(Movie) “Moana” Review

“I am Moana of Motunui. You will board my boat and restore the Heart of Te Fiti.”


So I just decided to watch this on a whim since Disney’s works were pretty nice lately since “Zootopia” πŸ˜€ , and it did not disappoint; “Moana” delivers pure joy through its energetic execution of great musicals and plot development, all while leaving the viewers stunned with amazement for Disney’s usual visual spectacle.

“Moana” tells the courageous tale of a titular girl who is chosen by the ocean to save the world from corroding due to Maui’s (a demigod) who stole the Heart of Te Fiti. Te Fiti is the goddess of creation who created and blessed the earth with the power of nature. However, plenty of individuals would like to steal her Heart to obtain her power, and Maui was the only one successful. Despite so, he dropped his magical hook and the Heart of Te Fiti after being defeated by Te Kā, the demon of fire. Hence, Moana from the island of Motunui, dreaming of sailing since little, holds the responsibility to find Maui and his magical hook, as well as convincing him to return the Heart of Te Fiti to its rightful place, or risk the world’s impending doom.

Moana and Maui are pure lovable characters; their interactions are comical, humorous, and are able to deliver the core messages regarding resilience and the refusal to fall into despair right on point. From Moana’s occasional teasing behavior, seriousness, and tenacity, to Maui’s early haughtiness and his great jokes, the two characters are so different, yet perfectly complement each other throughout the course of the movie. Their chemistry renders the movie free of tedium and fills it with constant laughs with an equally constant emotion-stirring moments.


Standing up against a demigod? Moana sure can do it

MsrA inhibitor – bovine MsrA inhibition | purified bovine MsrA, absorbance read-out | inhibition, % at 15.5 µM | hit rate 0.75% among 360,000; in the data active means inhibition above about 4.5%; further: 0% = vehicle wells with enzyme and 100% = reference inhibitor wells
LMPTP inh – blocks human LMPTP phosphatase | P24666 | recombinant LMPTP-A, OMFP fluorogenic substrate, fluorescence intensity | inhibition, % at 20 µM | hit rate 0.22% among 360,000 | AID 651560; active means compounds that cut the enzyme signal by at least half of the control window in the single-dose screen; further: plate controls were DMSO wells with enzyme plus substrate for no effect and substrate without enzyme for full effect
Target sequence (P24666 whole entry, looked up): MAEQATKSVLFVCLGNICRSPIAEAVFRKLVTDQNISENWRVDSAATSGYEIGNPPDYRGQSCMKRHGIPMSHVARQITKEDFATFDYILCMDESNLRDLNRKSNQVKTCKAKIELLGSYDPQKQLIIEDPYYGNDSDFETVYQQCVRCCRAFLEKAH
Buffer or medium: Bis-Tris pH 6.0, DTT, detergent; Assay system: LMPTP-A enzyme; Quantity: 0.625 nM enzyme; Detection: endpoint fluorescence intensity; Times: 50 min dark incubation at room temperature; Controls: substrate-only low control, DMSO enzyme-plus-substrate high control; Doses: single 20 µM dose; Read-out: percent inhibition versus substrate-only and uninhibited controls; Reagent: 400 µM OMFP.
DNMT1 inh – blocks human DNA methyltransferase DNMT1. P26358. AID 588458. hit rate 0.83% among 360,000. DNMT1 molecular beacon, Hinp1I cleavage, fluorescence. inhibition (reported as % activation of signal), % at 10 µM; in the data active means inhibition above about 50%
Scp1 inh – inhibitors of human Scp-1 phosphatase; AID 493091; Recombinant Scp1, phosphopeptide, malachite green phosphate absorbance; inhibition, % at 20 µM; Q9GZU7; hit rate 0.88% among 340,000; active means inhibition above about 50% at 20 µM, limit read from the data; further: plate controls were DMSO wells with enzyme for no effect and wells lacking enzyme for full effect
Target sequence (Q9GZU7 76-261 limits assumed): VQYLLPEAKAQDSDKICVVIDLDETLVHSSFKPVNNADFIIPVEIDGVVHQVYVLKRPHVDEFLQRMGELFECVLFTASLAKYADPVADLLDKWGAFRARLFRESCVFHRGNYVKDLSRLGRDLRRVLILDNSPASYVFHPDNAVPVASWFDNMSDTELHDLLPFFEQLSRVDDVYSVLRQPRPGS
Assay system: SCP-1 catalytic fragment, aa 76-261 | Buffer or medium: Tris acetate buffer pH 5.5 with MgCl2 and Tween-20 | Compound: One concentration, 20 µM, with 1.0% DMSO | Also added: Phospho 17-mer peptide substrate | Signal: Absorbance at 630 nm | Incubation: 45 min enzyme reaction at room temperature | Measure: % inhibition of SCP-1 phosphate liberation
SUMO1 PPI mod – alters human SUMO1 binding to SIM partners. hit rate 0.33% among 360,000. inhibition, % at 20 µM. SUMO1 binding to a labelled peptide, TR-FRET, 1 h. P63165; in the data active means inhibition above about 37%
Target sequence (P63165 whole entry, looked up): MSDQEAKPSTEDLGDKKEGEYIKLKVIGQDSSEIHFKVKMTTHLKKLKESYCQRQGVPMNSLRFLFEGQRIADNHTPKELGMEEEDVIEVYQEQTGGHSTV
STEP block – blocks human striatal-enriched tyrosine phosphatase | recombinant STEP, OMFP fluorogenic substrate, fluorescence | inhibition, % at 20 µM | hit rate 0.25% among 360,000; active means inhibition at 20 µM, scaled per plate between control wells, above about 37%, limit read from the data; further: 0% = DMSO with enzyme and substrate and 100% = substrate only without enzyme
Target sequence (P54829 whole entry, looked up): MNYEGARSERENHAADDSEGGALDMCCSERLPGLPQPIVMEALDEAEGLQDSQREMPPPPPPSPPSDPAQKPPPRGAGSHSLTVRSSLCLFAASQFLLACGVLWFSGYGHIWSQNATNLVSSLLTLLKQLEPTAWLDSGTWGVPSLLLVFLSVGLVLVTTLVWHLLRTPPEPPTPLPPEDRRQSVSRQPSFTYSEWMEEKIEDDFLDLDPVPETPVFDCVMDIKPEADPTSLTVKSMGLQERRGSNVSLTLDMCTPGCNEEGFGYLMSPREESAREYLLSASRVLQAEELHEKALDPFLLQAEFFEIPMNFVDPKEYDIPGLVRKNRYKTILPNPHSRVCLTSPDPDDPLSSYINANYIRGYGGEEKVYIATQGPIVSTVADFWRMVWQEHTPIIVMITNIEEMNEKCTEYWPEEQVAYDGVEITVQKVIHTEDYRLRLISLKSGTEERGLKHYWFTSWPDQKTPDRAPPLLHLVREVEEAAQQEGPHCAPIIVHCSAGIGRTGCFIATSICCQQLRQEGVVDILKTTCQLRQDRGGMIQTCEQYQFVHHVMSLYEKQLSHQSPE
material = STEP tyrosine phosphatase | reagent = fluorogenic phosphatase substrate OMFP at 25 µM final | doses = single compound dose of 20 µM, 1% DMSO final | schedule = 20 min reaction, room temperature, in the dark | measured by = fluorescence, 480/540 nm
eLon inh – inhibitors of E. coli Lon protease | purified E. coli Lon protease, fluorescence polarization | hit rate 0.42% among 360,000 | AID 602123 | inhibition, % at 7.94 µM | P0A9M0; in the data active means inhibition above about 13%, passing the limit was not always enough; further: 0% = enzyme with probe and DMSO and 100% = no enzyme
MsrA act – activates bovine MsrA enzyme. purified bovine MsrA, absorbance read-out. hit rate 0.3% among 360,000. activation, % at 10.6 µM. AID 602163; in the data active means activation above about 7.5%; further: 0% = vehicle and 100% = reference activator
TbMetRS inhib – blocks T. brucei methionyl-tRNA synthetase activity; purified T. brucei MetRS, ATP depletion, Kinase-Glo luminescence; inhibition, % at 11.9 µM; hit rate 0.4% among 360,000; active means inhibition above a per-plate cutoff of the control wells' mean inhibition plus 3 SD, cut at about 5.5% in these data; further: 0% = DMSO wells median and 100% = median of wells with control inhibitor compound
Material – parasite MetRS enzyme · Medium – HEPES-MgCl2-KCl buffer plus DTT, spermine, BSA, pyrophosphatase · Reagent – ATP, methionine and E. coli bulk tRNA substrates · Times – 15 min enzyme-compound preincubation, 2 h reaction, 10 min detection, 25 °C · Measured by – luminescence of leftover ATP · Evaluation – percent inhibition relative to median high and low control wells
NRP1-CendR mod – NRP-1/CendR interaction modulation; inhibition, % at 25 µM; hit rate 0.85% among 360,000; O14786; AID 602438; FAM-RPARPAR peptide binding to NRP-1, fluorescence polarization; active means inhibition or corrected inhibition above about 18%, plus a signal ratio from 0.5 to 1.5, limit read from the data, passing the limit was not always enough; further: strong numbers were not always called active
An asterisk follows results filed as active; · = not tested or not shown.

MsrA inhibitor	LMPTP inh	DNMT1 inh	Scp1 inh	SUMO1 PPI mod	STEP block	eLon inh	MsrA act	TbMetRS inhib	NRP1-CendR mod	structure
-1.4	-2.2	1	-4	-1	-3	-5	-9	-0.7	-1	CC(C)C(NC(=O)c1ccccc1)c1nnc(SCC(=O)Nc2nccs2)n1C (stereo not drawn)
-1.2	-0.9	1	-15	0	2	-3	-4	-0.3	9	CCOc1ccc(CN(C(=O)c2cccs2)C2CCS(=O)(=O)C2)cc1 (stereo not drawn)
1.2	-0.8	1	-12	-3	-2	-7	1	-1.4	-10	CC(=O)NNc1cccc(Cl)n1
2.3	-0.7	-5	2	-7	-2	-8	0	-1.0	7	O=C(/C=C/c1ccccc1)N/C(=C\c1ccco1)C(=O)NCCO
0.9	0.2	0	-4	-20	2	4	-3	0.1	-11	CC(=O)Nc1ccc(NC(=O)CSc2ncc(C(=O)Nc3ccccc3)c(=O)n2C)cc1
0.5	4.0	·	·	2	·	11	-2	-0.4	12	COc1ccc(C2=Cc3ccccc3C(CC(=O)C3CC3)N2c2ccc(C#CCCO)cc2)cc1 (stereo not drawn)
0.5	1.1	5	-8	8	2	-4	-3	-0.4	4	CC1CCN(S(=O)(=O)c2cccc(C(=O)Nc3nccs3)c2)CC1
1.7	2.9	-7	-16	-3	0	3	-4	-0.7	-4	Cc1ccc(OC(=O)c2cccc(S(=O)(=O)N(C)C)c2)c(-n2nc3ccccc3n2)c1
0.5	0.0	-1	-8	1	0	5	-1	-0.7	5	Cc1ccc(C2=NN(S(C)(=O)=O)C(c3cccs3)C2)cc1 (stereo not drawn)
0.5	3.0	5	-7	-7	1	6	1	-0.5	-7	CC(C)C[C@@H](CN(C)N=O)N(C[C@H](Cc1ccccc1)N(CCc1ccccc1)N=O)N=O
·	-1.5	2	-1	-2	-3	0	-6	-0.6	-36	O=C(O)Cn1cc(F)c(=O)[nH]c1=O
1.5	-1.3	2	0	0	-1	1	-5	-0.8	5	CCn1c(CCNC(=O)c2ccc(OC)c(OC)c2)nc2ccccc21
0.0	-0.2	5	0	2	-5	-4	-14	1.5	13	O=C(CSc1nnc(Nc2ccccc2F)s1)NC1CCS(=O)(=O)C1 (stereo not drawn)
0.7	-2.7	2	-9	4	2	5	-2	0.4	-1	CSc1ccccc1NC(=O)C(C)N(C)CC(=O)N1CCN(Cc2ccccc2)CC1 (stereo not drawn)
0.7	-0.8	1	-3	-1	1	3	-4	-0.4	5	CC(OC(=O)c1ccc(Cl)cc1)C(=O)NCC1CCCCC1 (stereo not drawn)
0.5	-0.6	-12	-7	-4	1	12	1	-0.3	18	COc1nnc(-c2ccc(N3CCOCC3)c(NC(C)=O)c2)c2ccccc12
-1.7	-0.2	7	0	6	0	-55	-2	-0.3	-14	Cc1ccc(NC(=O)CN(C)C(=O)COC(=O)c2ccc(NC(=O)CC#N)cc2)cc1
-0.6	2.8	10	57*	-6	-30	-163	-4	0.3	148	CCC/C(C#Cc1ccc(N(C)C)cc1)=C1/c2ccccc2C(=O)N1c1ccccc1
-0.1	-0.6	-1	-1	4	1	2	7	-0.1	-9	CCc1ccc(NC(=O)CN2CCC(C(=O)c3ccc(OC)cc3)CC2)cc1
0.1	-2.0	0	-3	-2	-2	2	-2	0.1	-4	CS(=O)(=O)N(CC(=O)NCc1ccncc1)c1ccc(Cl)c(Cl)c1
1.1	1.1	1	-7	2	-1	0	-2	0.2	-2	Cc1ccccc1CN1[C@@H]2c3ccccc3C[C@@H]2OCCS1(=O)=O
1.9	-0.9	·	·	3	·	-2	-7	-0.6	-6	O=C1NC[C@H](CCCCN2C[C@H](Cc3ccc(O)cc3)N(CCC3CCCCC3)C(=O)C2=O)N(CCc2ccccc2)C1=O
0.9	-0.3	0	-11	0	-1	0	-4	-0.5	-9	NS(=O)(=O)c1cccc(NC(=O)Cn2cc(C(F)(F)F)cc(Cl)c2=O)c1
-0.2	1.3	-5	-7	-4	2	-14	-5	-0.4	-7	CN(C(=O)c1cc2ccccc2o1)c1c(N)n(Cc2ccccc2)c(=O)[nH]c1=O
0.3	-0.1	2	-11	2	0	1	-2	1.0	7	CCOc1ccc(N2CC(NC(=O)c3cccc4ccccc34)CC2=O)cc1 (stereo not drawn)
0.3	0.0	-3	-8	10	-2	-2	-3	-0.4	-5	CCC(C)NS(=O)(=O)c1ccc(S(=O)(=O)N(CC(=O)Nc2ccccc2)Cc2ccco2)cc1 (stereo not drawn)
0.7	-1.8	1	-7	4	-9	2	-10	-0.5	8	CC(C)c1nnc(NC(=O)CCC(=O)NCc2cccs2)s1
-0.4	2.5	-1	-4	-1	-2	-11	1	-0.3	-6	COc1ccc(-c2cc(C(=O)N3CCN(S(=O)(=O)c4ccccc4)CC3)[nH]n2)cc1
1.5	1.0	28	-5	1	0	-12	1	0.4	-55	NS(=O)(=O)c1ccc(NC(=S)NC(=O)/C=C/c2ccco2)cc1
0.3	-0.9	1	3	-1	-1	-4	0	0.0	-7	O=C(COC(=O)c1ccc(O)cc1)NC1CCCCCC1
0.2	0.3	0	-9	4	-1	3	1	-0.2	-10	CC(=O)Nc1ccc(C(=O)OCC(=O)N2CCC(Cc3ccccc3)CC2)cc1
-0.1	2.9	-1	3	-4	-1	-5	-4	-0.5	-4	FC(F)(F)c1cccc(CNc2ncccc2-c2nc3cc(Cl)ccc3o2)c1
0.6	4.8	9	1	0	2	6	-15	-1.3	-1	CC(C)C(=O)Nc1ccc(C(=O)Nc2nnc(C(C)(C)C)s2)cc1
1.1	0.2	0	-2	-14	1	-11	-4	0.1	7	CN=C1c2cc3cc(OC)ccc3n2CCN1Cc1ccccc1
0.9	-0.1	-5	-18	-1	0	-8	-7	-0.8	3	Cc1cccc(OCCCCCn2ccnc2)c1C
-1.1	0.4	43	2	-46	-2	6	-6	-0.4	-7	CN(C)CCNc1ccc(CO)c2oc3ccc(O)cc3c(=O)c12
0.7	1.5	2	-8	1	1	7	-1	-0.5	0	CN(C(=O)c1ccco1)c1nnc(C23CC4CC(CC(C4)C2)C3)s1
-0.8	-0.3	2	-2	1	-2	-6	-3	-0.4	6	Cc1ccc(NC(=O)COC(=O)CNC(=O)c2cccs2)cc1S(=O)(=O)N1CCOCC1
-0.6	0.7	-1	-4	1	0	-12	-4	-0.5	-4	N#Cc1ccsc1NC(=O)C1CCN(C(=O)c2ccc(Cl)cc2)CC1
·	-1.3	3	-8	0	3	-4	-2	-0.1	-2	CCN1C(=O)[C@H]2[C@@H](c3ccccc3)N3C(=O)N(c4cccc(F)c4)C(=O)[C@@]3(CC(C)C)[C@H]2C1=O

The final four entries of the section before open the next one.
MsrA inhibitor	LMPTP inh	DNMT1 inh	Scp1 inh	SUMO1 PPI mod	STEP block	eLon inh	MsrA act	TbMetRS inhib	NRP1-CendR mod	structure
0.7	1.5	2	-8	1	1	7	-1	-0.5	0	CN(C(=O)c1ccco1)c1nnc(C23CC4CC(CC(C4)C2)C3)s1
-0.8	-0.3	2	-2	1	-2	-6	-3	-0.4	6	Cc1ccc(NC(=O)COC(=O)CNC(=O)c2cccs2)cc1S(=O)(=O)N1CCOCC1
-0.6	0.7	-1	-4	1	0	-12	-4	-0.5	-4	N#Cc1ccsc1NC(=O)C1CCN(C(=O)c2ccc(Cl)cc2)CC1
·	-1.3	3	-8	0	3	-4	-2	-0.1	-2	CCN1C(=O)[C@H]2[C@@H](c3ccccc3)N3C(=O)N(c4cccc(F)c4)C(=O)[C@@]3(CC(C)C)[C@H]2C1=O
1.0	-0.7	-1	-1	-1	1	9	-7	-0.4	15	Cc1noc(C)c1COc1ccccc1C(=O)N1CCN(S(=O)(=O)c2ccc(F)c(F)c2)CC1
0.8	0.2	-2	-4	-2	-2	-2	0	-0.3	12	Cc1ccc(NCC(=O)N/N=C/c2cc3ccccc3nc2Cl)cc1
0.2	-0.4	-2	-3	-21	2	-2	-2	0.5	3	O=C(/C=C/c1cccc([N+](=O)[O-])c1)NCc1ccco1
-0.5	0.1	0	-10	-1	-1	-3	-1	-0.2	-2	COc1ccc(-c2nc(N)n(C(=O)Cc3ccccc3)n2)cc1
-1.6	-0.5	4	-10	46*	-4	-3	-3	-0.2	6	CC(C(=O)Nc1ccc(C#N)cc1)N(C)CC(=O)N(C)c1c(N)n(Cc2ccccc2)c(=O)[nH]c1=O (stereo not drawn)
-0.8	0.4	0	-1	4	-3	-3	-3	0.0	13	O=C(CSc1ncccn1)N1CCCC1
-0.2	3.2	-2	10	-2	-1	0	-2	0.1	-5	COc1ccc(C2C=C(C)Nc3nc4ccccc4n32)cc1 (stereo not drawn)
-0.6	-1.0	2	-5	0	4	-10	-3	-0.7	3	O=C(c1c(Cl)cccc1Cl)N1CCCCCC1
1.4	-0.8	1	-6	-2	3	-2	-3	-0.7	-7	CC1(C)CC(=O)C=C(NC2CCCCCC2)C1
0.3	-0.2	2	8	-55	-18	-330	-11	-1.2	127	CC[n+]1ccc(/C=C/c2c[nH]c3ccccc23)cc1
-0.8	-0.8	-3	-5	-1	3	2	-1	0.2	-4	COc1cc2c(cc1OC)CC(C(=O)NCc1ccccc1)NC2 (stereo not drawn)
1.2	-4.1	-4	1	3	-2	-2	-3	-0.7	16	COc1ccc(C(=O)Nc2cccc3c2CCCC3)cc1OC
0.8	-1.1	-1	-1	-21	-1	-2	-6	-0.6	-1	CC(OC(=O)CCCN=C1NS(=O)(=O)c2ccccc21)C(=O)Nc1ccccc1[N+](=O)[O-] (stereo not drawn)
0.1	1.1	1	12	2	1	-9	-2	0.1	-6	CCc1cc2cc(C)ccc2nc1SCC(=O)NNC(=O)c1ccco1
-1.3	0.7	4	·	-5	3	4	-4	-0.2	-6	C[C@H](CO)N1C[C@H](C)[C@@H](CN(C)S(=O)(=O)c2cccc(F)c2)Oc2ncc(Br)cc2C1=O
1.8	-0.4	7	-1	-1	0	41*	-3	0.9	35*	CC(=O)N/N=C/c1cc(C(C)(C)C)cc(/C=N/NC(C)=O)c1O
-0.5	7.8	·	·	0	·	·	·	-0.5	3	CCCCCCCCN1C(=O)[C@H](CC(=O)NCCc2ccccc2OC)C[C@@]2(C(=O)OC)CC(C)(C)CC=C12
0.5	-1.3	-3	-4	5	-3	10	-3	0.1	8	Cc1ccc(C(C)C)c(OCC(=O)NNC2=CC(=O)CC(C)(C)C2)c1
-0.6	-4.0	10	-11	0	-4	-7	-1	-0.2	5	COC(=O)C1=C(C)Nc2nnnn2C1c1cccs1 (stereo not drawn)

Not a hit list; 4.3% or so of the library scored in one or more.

Speaking of emotion-stirring moments, the movie does not simply tell the story of Moana and Maui’s struggle in recovering the magical hook as well as the Heart of Te Fiti, but it also narrates the tale of escaping the confined island of Motunui, as the head of the village does not allow anyone to go outside of the reefs; aside from that, there is the fallout between the two characters when there are conflicts of interest as well as when facing against the hopelessness of being shrouded in despair. With several side-conflicts, some may believe that this movie can be somehow confusing, but “Moana” is anything but that; the movie’s power to stay consistent with the main conflict while exploring the psyche of its characters is just commendable.

Lately, movies are getting more and more complicated that no clear plot is introduced until the middle of the movie, and even then, overly idealistic solutions are scattered at every corner; “Moana” provides not only a consistent storytelling, but also including all the things that the movies nowadays lack; a simple and understandable storyline in a neat structure, along with rich character development. Perhaps all of this is possible through its sole two primary characters rather then introducing plenty of them, risking a proper depth into them.

Oh, and the musics, the musics are just plain nice to hear; most of its songs, even the ones sang by the ‘bad guys’ are nicely integrated into the story, not creating a sudden, unseemly transition. More importantly, they are so good that they may stick in your mind for days, if not longer. I know I said that I’m not a musical fan before “Trolls”, but “Moana” completely refreshes my opinion towards the genre.

This right here is definitely one of this years’ leading animation masterpieces; with its magical narrative and witty engagements, “Moana” is certainly enchanting.

Rating from me: 4/5


2 thoughts on “(Movie) “Moana” Review

Leave a Reply

Fill in your details below or click an icon to log in:

WordPress.com Logo

You are commenting using your WordPress.com account. Log Out /  Change )

Google+ photo

You are commenting using your Google+ account. Log Out /  Change )

Twitter picture

You are commenting using your Twitter account. Log Out /  Change )

Facebook photo

You are commenting using your Facebook account. Log Out /  Change )


Connecting to %s